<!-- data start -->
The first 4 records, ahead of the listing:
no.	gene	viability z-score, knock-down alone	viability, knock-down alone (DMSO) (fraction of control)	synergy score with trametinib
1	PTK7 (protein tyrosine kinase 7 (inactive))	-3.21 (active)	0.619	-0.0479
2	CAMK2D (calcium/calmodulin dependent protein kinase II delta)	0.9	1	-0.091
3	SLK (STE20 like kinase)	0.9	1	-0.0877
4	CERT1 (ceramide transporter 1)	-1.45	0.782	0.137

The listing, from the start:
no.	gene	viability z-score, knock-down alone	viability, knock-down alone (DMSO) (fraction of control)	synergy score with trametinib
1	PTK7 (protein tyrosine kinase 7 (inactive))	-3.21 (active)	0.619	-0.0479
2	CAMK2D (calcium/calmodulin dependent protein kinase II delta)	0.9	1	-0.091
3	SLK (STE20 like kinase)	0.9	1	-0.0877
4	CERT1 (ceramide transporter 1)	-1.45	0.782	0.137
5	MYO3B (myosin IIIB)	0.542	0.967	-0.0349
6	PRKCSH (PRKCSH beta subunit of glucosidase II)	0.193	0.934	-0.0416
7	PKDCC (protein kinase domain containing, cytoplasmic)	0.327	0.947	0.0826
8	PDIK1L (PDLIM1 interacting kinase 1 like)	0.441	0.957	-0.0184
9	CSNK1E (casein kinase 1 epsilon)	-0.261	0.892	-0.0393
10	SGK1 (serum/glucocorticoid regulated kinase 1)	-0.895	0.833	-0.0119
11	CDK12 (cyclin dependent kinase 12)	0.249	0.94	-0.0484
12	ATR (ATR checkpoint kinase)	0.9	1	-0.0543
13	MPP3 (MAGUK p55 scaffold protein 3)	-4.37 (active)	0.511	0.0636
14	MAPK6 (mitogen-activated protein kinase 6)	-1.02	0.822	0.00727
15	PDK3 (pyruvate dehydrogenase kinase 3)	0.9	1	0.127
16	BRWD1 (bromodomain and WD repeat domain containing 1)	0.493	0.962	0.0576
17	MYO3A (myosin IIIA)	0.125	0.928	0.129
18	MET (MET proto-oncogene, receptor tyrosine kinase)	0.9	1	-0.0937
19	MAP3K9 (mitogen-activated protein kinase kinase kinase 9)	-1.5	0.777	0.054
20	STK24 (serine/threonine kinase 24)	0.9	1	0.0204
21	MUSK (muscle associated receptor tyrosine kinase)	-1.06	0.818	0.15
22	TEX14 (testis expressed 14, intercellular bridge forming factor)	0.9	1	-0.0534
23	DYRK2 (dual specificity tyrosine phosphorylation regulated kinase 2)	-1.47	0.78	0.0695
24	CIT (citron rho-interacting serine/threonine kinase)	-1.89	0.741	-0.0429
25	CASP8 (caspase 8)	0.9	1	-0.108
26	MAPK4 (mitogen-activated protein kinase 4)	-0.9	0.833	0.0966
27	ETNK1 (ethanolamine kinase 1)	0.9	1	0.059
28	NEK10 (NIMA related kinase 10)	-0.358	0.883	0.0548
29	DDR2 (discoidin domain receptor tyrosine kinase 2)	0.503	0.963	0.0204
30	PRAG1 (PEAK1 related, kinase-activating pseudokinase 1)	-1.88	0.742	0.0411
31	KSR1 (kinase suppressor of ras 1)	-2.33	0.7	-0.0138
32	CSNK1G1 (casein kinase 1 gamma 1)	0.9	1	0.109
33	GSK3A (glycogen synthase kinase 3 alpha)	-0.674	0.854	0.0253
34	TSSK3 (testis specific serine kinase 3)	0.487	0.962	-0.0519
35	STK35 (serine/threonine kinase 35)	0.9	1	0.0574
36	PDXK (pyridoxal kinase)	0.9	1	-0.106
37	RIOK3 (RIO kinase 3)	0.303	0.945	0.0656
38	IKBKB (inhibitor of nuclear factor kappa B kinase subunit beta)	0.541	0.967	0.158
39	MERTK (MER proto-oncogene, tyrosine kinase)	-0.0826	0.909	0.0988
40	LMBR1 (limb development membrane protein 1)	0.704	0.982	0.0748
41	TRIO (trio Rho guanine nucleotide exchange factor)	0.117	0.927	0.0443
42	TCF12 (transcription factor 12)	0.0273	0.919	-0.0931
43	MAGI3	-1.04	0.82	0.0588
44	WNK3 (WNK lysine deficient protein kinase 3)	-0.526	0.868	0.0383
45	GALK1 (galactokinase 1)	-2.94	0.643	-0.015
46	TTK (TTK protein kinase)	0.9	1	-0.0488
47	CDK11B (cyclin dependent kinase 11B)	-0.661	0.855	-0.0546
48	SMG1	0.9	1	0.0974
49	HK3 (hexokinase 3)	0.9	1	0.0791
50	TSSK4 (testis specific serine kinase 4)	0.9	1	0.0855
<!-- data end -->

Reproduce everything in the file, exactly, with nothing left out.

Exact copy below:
The first 4 records, ahead of the listing:
no.	gene	viability z-score, knock-down alone	viability, knock-down alone (DMSO) (fraction of control)	synergy score with trametinib
1	PTK7 (protein tyrosine kinase 7 (inactive))	-3.21 (active)	0.619	-0.0479
2	CAMK2D (calcium/calmodulin dependent protein kinase II delta)	0.9	1	-0.091
3	SLK (STE20 like kinase)	0.9	1	-0.0877
4	CERT1 (ceramide transporter 1)	-1.45	0.782	0.137

The listing, from the start:
no.	gene	viability z-score, knock-down alone	viability, knock-down alone (DMSO) (fraction of control)	synergy score with trametinib
1	PTK7 (protein tyrosine kinase 7 (inactive))	-3.21 (active)	0.619	-0.0479
2	CAMK2D (calcium/calmodulin dependent protein kinase II delta)	0.9	1	-0.091
3	SLK (STE20 like kinase)	0.9	1	-0.0877
4	CERT1 (ceramide transporter 1)	-1.45	0.782	0.137
5	MYO3B (myosin IIIB)	0.542	0.967	-0.0349
6	PRKCSH (PRKCSH beta subunit of glucosidase II)	0.193	0.934	-0.0416
7	PKDCC (protein kinase domain containing, cytoplasmic)	0.327	0.947	0.0826
8	PDIK1L (PDLIM1 interacting kinase 1 like)	0.441	0.957	-0.0184
9	CSNK1E (casein kinase 1 epsilon)	-0.261	0.892	-0.0393
10	SGK1 (serum/glucocorticoid regulated kinase 1)	-0.895	0.833	-0.0119
11	CDK12 (cyclin dependent kinase 12)	0.249	0.94	-0.0484
12	ATR (ATR checkpoint kinase)	0.9	1	-0.0543
13	MPP3 (MAGUK p55 scaffold protein 3)	-4.37 (active)	0.511	0.0636
14	MAPK6 (mitogen-activated protein kinase 6)	-1.02	0.822	0.00727
15	PDK3 (pyruvate dehydrogenase kinase 3)	0.9	1	0.127
16	BRWD1 (bromodomain and WD repeat domain containing 1)	0.493	0.962	0.0576
17	MYO3A (myosin IIIA)	0.125	0.928	0.129
18	MET (MET proto-oncogene, receptor tyrosine kinase)	0.9	1	-0.0937
19	MAP3K9 (mitogen-activated protein kinase kinase kinase 9)	-1.5	0.777	0.054
20	STK24 (serine/threonine kinase 24)	0.9	1	0.0204
21	MUSK (muscle associated receptor tyrosine kinase)	-1.06	0.818	0.15
22	TEX14 (testis expressed 14, intercellular bridge forming factor)	0.9	1	-0.0534
23	DYRK2 (dual specificity tyrosine phosphorylation regulated kinase 2)	-1.47	0.78	0.0695
24	CIT (citron rho-interacting serine/threonine kinase)	-1.89	0.741	-0.0429
25	CASP8 (caspase 8)	0.9	1	-0.108
26	MAPK4 (mitogen-activated protein kinase 4)	-0.9	0.833	0.0966
27	ETNK1 (ethanolamine kinase 1)	0.9	1	0.059
28	NEK10 (NIMA related kinase 10)	-0.358	0.883	0.0548
29	DDR2 (discoidin domain receptor tyrosine kinase 2)	0.503	0.963	0.0204
30	PRAG1 (PEAK1 related, kinase-activating pseudokinase 1)	-1.88	0.742	0.0411
31	KSR1 (kinase suppressor of ras 1)	-2.33	0.7	-0.0138
32	CSNK1G1 (casein kinase 1 gamma 1)	0.9	1	0.109
33	GSK3A (glycogen synthase kinase 3 alpha)	-0.674	0.854	0.0253
34	TSSK3 (testis specific serine kinase 3)	0.487	0.962	-0.0519
35	STK35 (serine/threonine kinase 35)	0.9	1	0.0574
36	PDXK (pyridoxal kinase)	0.9	1	-0.106
37	RIOK3 (RIO kinase 3)	0.303	0.945	0.0656
38	IKBKB (inhibitor of nuclear factor kappa B kinase subunit beta)	0.541	0.967	0.158
39	MERTK (MER proto-oncogene, tyrosine kinase)	-0.0826	0.909	0.0988
40	LMBR1 (limb development membrane protein 1)	0.704	0.982	0.0748
41	TRIO (trio Rho guanine nucleotide exchange factor)	0.117	0.927	0.0443
42	TCF12 (transcription factor 12)	0.0273	0.919	-0.0931
43	MAGI3	-1.04	0.82	0.0588
44	WNK3 (WNK lysine deficient protein kinase 3)	-0.526	0.868	0.0383
45	GALK1 (galactokinase 1)	-2.94	0.643	-0.015
46	TTK (TTK protein kinase)	0.9	1	-0.0488
47	CDK11B (cyclin dependent kinase 11B)	-0.661	0.855	-0.0546
48	SMG1	0.9	1	0.0974
49	HK3 (hexokinase 3)	0.9	1	0.0791
50	TSSK4 (testis specific serine kinase 4)	0.9	1	0.0855